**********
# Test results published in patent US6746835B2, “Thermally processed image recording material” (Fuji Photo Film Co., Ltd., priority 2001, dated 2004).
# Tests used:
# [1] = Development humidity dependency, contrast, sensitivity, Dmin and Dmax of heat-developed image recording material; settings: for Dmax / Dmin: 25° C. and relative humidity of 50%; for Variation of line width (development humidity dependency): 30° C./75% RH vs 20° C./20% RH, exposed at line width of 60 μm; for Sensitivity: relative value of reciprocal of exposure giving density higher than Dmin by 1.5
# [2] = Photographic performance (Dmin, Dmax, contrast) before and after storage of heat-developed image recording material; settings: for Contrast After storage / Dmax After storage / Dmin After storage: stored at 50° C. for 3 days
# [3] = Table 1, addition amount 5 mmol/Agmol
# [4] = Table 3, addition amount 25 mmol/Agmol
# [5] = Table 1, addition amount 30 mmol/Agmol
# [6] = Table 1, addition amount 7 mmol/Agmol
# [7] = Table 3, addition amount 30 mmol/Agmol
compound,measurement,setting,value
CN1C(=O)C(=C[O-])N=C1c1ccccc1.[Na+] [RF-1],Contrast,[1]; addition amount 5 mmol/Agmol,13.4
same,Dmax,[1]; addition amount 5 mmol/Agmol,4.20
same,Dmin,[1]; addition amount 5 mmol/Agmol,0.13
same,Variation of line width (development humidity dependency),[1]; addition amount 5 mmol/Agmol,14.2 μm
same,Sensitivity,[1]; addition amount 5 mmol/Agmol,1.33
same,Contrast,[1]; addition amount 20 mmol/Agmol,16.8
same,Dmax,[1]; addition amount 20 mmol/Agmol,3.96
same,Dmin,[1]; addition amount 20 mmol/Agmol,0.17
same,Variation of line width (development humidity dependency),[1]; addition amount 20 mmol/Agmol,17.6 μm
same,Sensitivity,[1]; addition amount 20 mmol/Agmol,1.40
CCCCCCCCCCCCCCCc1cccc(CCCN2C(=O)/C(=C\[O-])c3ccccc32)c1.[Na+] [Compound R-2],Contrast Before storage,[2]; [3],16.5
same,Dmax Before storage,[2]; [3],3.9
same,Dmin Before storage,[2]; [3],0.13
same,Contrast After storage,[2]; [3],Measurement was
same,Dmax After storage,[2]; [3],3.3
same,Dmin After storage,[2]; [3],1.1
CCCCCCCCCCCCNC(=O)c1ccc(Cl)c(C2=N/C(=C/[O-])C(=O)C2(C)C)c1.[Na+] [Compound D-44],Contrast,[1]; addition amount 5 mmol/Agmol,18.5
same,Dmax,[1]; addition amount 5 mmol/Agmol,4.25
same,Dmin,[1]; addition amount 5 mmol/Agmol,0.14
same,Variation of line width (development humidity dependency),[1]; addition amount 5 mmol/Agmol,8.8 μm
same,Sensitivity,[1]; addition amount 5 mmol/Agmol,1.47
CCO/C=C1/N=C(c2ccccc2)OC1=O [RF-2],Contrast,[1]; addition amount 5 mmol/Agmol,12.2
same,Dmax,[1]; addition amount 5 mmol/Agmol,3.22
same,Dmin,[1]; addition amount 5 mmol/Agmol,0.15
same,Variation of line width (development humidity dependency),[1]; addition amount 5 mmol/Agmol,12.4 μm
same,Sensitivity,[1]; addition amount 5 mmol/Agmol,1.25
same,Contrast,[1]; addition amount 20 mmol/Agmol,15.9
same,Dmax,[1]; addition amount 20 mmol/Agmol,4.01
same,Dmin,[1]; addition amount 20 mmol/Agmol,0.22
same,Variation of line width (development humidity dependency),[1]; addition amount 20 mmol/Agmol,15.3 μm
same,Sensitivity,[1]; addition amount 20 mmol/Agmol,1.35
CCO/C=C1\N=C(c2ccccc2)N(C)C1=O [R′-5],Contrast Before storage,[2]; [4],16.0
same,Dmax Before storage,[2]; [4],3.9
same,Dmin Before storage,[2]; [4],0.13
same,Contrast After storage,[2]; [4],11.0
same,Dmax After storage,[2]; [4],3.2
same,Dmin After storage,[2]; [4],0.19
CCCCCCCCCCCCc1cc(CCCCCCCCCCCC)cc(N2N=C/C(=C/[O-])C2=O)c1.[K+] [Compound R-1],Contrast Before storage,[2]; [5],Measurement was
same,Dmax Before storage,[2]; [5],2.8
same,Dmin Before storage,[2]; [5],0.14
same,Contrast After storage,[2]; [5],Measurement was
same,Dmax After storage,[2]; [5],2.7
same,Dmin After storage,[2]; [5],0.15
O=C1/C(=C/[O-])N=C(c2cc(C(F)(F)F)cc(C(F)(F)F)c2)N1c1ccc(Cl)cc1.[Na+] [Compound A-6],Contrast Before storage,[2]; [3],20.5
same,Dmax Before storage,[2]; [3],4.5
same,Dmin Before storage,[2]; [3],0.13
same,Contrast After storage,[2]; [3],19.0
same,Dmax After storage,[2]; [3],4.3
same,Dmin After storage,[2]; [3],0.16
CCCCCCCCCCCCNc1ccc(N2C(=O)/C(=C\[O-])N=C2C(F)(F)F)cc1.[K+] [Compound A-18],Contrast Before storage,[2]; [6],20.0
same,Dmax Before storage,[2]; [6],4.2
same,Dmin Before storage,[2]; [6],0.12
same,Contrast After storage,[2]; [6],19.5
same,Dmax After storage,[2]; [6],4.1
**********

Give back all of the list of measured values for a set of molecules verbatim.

# Test results published in patent US6746835B2, “Thermally processed image recording material” (Fuji Photo Film Co., Ltd., priority 2001, dated 2004).
# Tests used:
# [1] = Development humidity dependency, contrast, sensitivity, Dmin and Dmax of heat-developed image recording material; settings: for Dmax / Dmin: 25° C. and relative humidity of 50%; for Variation of line width (development humidity dependency): 30° C./75% RH vs 20° C./20% RH, exposed at line width of 60 μm; for Sensitivity: relative value of reciprocal of exposure giving density higher than Dmin by 1.5
# [2] = Photographic performance (Dmin, Dmax, contrast) before and after storage of heat-developed image recording material; settings: for Contrast After storage / Dmax After storage / Dmin After storage: stored at 50° C. for 3 days
# [3] = Table 1, addition amount 5 mmol/Agmol
# [4] = Table 3, addition amount 25 mmol/Agmol
# [5] = Table 1, addition amount 30 mmol/Agmol
# [6] = Table 1, addition amount 7 mmol/Agmol
# [7] = Table 3, addition amount 30 mmol/Agmol
compound,measurement,setting,value
CN1C(=O)C(=C[O-])N=C1c1ccccc1.[Na+] [RF-1],Contrast,[1]; addition amount 5 mmol/Agmol,13.4
same,Dmax,[1]; addition amount 5 mmol/Agmol,4.20
same,Dmin,[1]; addition amount 5 mmol/Agmol,0.13
same,Variation of line width (development humidity dependency),[1]; addition amount 5 mmol/Agmol,14.2 μm
same,Sensitivity,[1]; addition amount 5 mmol/Agmol,1.33
same,Contrast,[1]; addition amount 20 mmol/Agmol,16.8
same,Dmax,[1]; addition amount 20 mmol/Agmol,3.96
same,Dmin,[1]; addition amount 20 mmol/Agmol,0.17
same,Variation of line width (development humidity dependency),[1]; addition amount 20 mmol/Agmol,17.6 μm
same,Sensitivity,[1]; addition amount 20 mmol/Agmol,1.40
CCCCCCCCCCCCCCCc1cccc(CCCN2C(=O)/C(=C\[O-])c3ccccc32)c1.[Na+] [Compound R-2],Contrast Before storage,[2]; [3],16.5
same,Dmax Before storage,[2]; [3],3.9
same,Dmin Before storage,[2]; [3],0.13
same,Contrast After storage,[2]; [3],Measurement was
same,Dmax After storage,[2]; [3],3.3
same,Dmin After storage,[2]; [3],1.1
CCCCCCCCCCCCNC(=O)c1ccc(Cl)c(C2=N/C(=C/[O-])C(=O)C2(C)C)c1.[Na+] [Compound D-44],Contrast,[1]; addition amount 5 mmol/Agmol,18.5
same,Dmax,[1]; addition amount 5 mmol/Agmol,4.25
same,Dmin,[1]; addition amount 5 mmol/Agmol,0.14
same,Variation of line width (development humidity dependency),[1]; addition amount 5 mmol/Agmol,8.8 μm
same,Sensitivity,[1]; addition amount 5 mmol/Agmol,1.47
CCO/C=C1/N=C(c2ccccc2)OC1=O [RF-2],Contrast,[1]; addition amount 5 mmol/Agmol,12.2
same,Dmax,[1]; addition amount 5 mmol/Agmol,3.22
same,Dmin,[1]; addition amount 5 mmol/Agmol,0.15
same,Variation of line width (development humidity dependency),[1]; addition amount 5 mmol/Agmol,12.4 μm
same,Sensitivity,[1]; addition amount 5 mmol/Agmol,1.25
same,Contrast,[1]; addition amount 20 mmol/Agmol,15.9
same,Dmax,[1]; addition amount 20 mmol/Agmol,4.01
same,Dmin,[1]; addition amount 20 mmol/Agmol,0.22
same,Variation of line width (development humidity dependency),[1]; addition amount 20 mmol/Agmol,15.3 μm
same,Sensitivity,[1]; addition amount 20 mmol/Agmol,1.35
CCO/C=C1\N=C(c2ccccc2)N(C)C1=O [R′-5],Contrast Before storage,[2]; [4],16.0
same,Dmax Before storage,[2]; [4],3.9
same,Dmin Before storage,[2]; [4],0.13
same,Contrast After storage,[2]; [4],11.0
same,Dmax After storage,[2]; [4],3.2
same,Dmin After storage,[2]; [4],0.19
CCCCCCCCCCCCc1cc(CCCCCCCCCCCC)cc(N2N=C/C(=C/[O-])C2=O)c1.[K+] [Compound R-1],Contrast Before storage,[2]; [5],Measurement was
same,Dmax Before storage,[2]; [5],2.8
same,Dmin Before storage,[2]; [5],0.14
same,Contrast After storage,[2]; [5],Measurement was
same,Dmax After storage,[2]; [5],2.7
same,Dmin After storage,[2]; [5],0.15
O=C1/C(=C/[O-])N=C(c2cc(C(F)(F)F)cc(C(F)(F)F)c2)N1c1ccc(Cl)cc1.[Na+] [Compound A-6],Contrast Before storage,[2]; [3],20.5
same,Dmax Before storage,[2]; [3],4.5
same,Dmin Before storage,[2]; [3],0.13
same,Contrast After storage,[2]; [3],19.0
same,Dmax After storage,[2]; [3],4.3
same,Dmin After storage,[2]; [3],0.16
CCCCCCCCCCCCNc1ccc(N2C(=O)/C(=C\[O-])N=C2C(F)(F)F)cc1.[K+] [Compound A-18],Contrast Before storage,[2]; [6],20.0
same,Dmax Before storage,[2]; [6],4.2
same,Dmin Before storage,[2]; [6],0.12
same,Contrast After storage,[2]; [6],19.5
same,Dmax After storage,[2]; [6],4.1